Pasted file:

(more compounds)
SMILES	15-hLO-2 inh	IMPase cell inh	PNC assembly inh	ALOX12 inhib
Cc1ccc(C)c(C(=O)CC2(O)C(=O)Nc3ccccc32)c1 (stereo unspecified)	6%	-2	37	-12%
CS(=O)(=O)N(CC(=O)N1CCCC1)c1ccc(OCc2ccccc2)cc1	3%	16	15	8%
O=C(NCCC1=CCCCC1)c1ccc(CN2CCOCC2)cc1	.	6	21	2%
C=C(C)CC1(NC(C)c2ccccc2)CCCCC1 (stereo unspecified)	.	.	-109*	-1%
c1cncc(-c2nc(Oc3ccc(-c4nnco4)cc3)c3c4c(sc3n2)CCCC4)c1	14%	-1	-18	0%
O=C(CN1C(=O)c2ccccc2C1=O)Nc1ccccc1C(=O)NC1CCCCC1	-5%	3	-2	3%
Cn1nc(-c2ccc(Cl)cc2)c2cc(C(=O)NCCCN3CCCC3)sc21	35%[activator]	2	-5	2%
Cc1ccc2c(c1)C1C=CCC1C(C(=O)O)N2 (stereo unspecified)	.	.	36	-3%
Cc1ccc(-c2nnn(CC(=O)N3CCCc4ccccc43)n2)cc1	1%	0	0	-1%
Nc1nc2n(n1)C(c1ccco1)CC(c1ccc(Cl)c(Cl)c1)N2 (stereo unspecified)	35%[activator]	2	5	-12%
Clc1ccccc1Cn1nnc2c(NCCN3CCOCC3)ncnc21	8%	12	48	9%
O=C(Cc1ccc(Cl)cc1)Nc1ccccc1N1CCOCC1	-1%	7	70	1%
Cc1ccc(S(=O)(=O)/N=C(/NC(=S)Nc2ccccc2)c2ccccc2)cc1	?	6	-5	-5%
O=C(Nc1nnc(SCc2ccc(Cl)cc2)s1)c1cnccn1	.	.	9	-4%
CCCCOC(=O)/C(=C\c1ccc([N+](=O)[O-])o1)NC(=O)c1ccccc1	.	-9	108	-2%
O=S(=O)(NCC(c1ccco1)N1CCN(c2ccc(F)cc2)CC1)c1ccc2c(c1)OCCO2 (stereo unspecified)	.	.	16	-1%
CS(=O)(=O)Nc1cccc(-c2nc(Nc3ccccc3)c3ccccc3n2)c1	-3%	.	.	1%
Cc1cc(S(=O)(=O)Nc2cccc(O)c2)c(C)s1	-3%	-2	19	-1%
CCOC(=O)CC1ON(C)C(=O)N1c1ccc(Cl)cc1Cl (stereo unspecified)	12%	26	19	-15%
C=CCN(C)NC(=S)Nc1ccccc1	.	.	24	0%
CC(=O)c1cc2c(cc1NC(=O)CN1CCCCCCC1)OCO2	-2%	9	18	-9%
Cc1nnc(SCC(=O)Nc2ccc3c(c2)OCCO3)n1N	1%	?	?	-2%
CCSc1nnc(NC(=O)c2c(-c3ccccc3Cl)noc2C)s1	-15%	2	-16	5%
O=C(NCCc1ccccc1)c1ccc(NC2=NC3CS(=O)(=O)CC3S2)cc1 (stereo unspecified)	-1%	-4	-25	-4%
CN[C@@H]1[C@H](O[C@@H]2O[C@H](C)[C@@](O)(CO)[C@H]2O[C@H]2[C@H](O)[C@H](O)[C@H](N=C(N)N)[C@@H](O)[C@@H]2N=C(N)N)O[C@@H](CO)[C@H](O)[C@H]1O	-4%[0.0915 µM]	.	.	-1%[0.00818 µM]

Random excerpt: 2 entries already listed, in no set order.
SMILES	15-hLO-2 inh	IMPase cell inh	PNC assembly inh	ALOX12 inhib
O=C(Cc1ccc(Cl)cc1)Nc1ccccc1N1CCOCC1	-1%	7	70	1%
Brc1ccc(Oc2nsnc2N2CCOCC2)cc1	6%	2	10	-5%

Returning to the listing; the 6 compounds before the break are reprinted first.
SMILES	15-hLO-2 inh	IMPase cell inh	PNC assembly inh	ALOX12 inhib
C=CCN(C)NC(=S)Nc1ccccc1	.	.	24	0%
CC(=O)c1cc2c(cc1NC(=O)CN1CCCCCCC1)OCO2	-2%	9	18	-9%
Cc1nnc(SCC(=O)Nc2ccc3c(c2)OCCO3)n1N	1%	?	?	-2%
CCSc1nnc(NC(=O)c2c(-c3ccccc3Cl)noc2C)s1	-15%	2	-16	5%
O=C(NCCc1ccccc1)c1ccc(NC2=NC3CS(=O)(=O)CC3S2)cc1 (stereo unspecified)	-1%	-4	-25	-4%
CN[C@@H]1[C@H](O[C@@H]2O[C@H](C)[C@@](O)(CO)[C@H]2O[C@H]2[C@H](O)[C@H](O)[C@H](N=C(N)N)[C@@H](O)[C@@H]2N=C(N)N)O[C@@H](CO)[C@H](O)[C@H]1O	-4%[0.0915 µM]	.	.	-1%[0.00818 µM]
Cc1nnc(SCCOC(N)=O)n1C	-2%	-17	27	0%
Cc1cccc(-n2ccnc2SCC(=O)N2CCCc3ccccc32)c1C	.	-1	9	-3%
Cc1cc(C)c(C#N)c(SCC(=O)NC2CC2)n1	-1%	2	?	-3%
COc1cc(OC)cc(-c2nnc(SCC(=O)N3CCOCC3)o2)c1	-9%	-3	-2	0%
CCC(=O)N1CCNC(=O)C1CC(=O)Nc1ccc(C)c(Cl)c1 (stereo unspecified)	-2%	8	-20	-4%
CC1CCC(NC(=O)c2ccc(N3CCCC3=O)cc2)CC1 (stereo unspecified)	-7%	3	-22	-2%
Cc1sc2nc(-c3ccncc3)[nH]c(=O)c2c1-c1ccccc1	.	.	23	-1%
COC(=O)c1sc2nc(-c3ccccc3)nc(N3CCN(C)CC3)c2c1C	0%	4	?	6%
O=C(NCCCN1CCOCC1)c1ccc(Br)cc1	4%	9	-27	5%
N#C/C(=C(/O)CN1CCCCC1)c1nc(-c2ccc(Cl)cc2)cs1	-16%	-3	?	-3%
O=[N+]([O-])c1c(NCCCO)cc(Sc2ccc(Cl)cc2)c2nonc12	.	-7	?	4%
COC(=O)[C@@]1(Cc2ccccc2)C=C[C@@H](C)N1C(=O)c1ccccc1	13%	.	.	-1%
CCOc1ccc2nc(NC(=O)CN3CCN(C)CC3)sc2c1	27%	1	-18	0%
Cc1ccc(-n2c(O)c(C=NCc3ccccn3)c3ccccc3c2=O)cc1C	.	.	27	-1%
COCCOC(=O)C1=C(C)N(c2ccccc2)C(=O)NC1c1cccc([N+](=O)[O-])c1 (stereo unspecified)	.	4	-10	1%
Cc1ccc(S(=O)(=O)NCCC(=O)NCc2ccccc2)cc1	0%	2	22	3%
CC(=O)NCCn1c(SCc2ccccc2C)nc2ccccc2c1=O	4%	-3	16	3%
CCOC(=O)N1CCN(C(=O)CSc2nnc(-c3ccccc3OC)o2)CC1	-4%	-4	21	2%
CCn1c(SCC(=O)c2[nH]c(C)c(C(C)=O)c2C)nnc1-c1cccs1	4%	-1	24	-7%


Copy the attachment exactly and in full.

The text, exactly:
(more compounds)
SMILES	15-hLO-2 inh	IMPase cell inh	PNC assembly inh	ALOX12 inhib
Cc1ccc(C)c(C(=O)CC2(O)C(=O)Nc3ccccc32)c1 (stereo unspecified)	6%	-2	37	-12%
CS(=O)(=O)N(CC(=O)N1CCCC1)c1ccc(OCc2ccccc2)cc1	3%	16	15	8%
O=C(NCCC1=CCCCC1)c1ccc(CN2CCOCC2)cc1	.	6	21	2%
C=C(C)CC1(NC(C)c2ccccc2)CCCCC1 (stereo unspecified)	.	.	-109*	-1%
c1cncc(-c2nc(Oc3ccc(-c4nnco4)cc3)c3c4c(sc3n2)CCCC4)c1	14%	-1	-18	0%
O=C(CN1C(=O)c2ccccc2C1=O)Nc1ccccc1C(=O)NC1CCCCC1	-5%	3	-2	3%
Cn1nc(-c2ccc(Cl)cc2)c2cc(C(=O)NCCCN3CCCC3)sc21	35%[activator]	2	-5	2%
Cc1ccc2c(c1)C1C=CCC1C(C(=O)O)N2 (stereo unspecified)	.	.	36	-3%
Cc1ccc(-c2nnn(CC(=O)N3CCCc4ccccc43)n2)cc1	1%	0	0	-1%
Nc1nc2n(n1)C(c1ccco1)CC(c1ccc(Cl)c(Cl)c1)N2 (stereo unspecified)	35%[activator]	2	5	-12%
Clc1ccccc1Cn1nnc2c(NCCN3CCOCC3)ncnc21	8%	12	48	9%
O=C(Cc1ccc(Cl)cc1)Nc1ccccc1N1CCOCC1	-1%	7	70	1%
Cc1ccc(S(=O)(=O)/N=C(/NC(=S)Nc2ccccc2)c2ccccc2)cc1	?	6	-5	-5%
O=C(Nc1nnc(SCc2ccc(Cl)cc2)s1)c1cnccn1	.	.	9	-4%
CCCCOC(=O)/C(=C\c1ccc([N+](=O)[O-])o1)NC(=O)c1ccccc1	.	-9	108	-2%
O=S(=O)(NCC(c1ccco1)N1CCN(c2ccc(F)cc2)CC1)c1ccc2c(c1)OCCO2 (stereo unspecified)	.	.	16	-1%
CS(=O)(=O)Nc1cccc(-c2nc(Nc3ccccc3)c3ccccc3n2)c1	-3%	.	.	1%
Cc1cc(S(=O)(=O)Nc2cccc(O)c2)c(C)s1	-3%	-2	19	-1%
CCOC(=O)CC1ON(C)C(=O)N1c1ccc(Cl)cc1Cl (stereo unspecified)	12%	26	19	-15%
C=CCN(C)NC(=S)Nc1ccccc1	.	.	24	0%
CC(=O)c1cc2c(cc1NC(=O)CN1CCCCCCC1)OCO2	-2%	9	18	-9%
Cc1nnc(SCC(=O)Nc2ccc3c(c2)OCCO3)n1N	1%	?	?	-2%
CCSc1nnc(NC(=O)c2c(-c3ccccc3Cl)noc2C)s1	-15%	2	-16	5%
O=C(NCCc1ccccc1)c1ccc(NC2=NC3CS(=O)(=O)CC3S2)cc1 (stereo unspecified)	-1%	-4	-25	-4%
CN[C@@H]1[C@H](O[C@@H]2O[C@H](C)[C@@](O)(CO)[C@H]2O[C@H]2[C@H](O)[C@H](O)[C@H](N=C(N)N)[C@@H](O)[C@@H]2N=C(N)N)O[C@@H](CO)[C@H](O)[C@H]1O	-4%[0.0915 µM]	.	.	-1%[0.00818 µM]

Random excerpt: 2 entries already listed, in no set order.
SMILES	15-hLO-2 inh	IMPase cell inh	PNC assembly inh	ALOX12 inhib
O=C(Cc1ccc(Cl)cc1)Nc1ccccc1N1CCOCC1	-1%	7	70	1%
Brc1ccc(Oc2nsnc2N2CCOCC2)cc1	6%	2	10	-5%

Returning to the listing; the 6 compounds before the break are reprinted first.
SMILES	15-hLO-2 inh	IMPase cell inh	PNC assembly inh	ALOX12 inhib
C=CCN(C)NC(=S)Nc1ccccc1	.	.	24	0%
CC(=O)c1cc2c(cc1NC(=O)CN1CCCCCCC1)OCO2	-2%	9	18	-9%
Cc1nnc(SCC(=O)Nc2ccc3c(c2)OCCO3)n1N	1%	?	?	-2%
CCSc1nnc(NC(=O)c2c(-c3ccccc3Cl)noc2C)s1	-15%	2	-16	5%
O=C(NCCc1ccccc1)c1ccc(NC2=NC3CS(=O)(=O)CC3S2)cc1 (stereo unspecified)	-1%	-4	-25	-4%
CN[C@@H]1[C@H](O[C@@H]2O[C@H](C)[C@@](O)(CO)[C@H]2O[C@H]2[C@H](O)[C@H](O)[C@H](N=C(N)N)[C@@H](O)[C@@H]2N=C(N)N)O[C@@H](CO)[C@H](O)[C@H]1O	-4%[0.0915 µM]	.	.	-1%[0.00818 µM]
Cc1nnc(SCCOC(N)=O)n1C	-2%	-17	27	0%
Cc1cccc(-n2ccnc2SCC(=O)N2CCCc3ccccc32)c1C	.	-1	9	-3%
Cc1cc(C)c(C#N)c(SCC(=O)NC2CC2)n1	-1%	2	?	-3%
COc1cc(OC)cc(-c2nnc(SCC(=O)N3CCOCC3)o2)c1	-9%	-3	-2	0%
CCC(=O)N1CCNC(=O)C1CC(=O)Nc1ccc(C)c(Cl)c1 (stereo unspecified)	-2%	8	-20	-4%
CC1CCC(NC(=O)c2ccc(N3CCCC3=O)cc2)CC1 (stereo unspecified)	-7%	3	-22	-2%
Cc1sc2nc(-c3ccncc3)[nH]c(=O)c2c1-c1ccccc1	.	.	23	-1%
COC(=O)c1sc2nc(-c3ccccc3)nc(N3CCN(C)CC3)c2c1C	0%	4	?	6%
O=C(NCCCN1CCOCC1)c1ccc(Br)cc1	4%	9	-27	5%
N#C/C(=C(/O)CN1CCCCC1)c1nc(-c2ccc(Cl)cc2)cs1	-16%	-3	?	-3%
O=[N+]([O-])c1c(NCCCO)cc(Sc2ccc(Cl)cc2)c2nonc12	.	-7	?	4%
COC(=O)[C@@]1(Cc2ccccc2)C=C[C@@H](C)N1C(=O)c1ccccc1	13%	.	.	-1%
CCOc1ccc2nc(NC(=O)CN3CCN(C)CC3)sc2c1	27%	1	-18	0%
Cc1ccc(-n2c(O)c(C=NCc3ccccn3)c3ccccc3c2=O)cc1C	.	.	27	-1%
COCCOC(=O)C1=C(C)N(c2ccccc2)C(=O)NC1c1cccc([N+](=O)[O-])c1 (stereo unspecified)	.	4	-10	1%
Cc1ccc(S(=O)(=O)NCCC(=O)NCc2ccccc2)cc1	0%	2	22	3%
CC(=O)NCCn1c(SCc2ccccc2C)nc2ccccc2c1=O	4%	-3	16	3%
CCOC(=O)N1CCN(C(=O)CSc2nnc(-c3ccccc3OC)o2)CC1	-4%	-4	21	2%
CCn1c(SCC(=O)c2[nH]c(C)c(C(C)=O)c2C)nnc1-c1cccs1	4%	-1	24	-7%